Monday, August 31, 2009

The Importance of Real Debate

One of the saddest things that have happened over the past several years is the total and utter lack of a real debate over issues in Washington, D.C. There was a time when the leaders of both parties could sit down, have a bourbon (or two) and hash out a solution to a problem Did that solution always work? Hell, no. But both parties were on the same page, and the debate was open and honest. For me, the last time this happened was during the debate on education which lead to the "Leave No Child Behind" bill. Ultimately, the bill was flawed and has been a disaster, but the debate was honest.

In the wake of Ted Kennedy's death, its appropriate to note the lack of a true debate in Washington over health care, torture, or the economic stimulus package. And apparently, the climate change bill is also going to be a rough one. The problem is, essentially as I see it, that the two parties live in two completely alternate universes. So instead of arguing the how - as in how do we fix this problem - the Parties argue whether or not a problem even exists. Health care, for instance, is tremendously overpriced in this country (we spend more per capita than any other country in the world, by far), and that has lead to bankruptcies and poor health. But instead of arguing how health care reform should be structured, Republicans argue that there is no problem, or worse, make up things about health care reform.

Where are the arguments about streamlining the health insurance market? Where are the arguments against burdensome regulation, or tort reform? In short, where is the honest conservative argument about health care? Or torture? Or climate change? The Republican argument seems to be to deny the existence of any problem. And ultimately, these made up facts have become an identity and not a philosophy. And that's a shame because conservatives have good points to make. For instance, the deregulation of the trucking industry was, all in all, a good thing. Welfare reform has been largely successful (I think). In other words, the conservative voice, or the good government voice, has been an important part of the Republic.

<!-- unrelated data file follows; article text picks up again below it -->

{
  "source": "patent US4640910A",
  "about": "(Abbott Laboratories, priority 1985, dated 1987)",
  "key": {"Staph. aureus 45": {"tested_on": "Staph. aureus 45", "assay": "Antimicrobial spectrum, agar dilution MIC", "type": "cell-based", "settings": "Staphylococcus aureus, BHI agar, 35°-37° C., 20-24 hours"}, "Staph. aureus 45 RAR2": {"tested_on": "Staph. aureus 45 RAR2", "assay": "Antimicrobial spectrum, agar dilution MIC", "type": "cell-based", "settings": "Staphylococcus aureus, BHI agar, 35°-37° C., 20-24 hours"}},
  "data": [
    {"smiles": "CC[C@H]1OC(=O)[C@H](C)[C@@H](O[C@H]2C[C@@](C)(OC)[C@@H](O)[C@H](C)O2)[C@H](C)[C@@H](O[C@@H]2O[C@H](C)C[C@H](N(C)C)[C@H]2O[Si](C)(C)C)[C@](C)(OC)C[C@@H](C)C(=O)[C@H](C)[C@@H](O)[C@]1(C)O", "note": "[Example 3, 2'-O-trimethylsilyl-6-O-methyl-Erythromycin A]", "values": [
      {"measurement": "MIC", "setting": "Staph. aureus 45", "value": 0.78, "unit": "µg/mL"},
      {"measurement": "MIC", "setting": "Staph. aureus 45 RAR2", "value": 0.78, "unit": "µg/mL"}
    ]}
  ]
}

What's more, I deeply fear the insanity of identity politics in this country. Every day I see more and more harbingers of political violence in this country. Listen to this:

Now, Glenn Beck is a total nutcase, but he's alleging a coup by election - in other words, Obama has taken over the government by winning an election - something that has been done by both parties since 1801. Beck is practically encouraging the violent overthrow of the United States! We have pastors praying to God for Obama's death, and their parishioners are carrying assault weapons to Obama's events. Only 42% of Republicans are certain that Obama is a citizen of the United States!

True, the Democrats have, in the past, demonized the right. As the years rolled on during Bush's tenure as President, we became more and more strident against him. Though, to be honest, he did a lot to encourage our ire. But that outrage and anger took years to develop, and the anger was over policy - Iraq, torture, climate change, Katrina, etc. And it took even longer for our leadership to even acknowledge the anger we felt - this, by the way, is a continuing theme: Republicans fear their base, and are responsive to them (no matter how crazy the base gets), Democratic Leadership thinks the base voters are a bunch of dirty fucking hippies and ignore them. *bangs head against wall*

Ultimately, the change occurred because the Republicans realized that they could win more debates by being ruthlessly partisan, no matter what the facts were. And politically, that's the right move. What drives me nuts here is that the Democrats having faced this exact problem for the past thirty years have yet to realize that they need to be partisan in return. But despite what the Democrats do, something has to break with the Republicans - they can't keep doing this.

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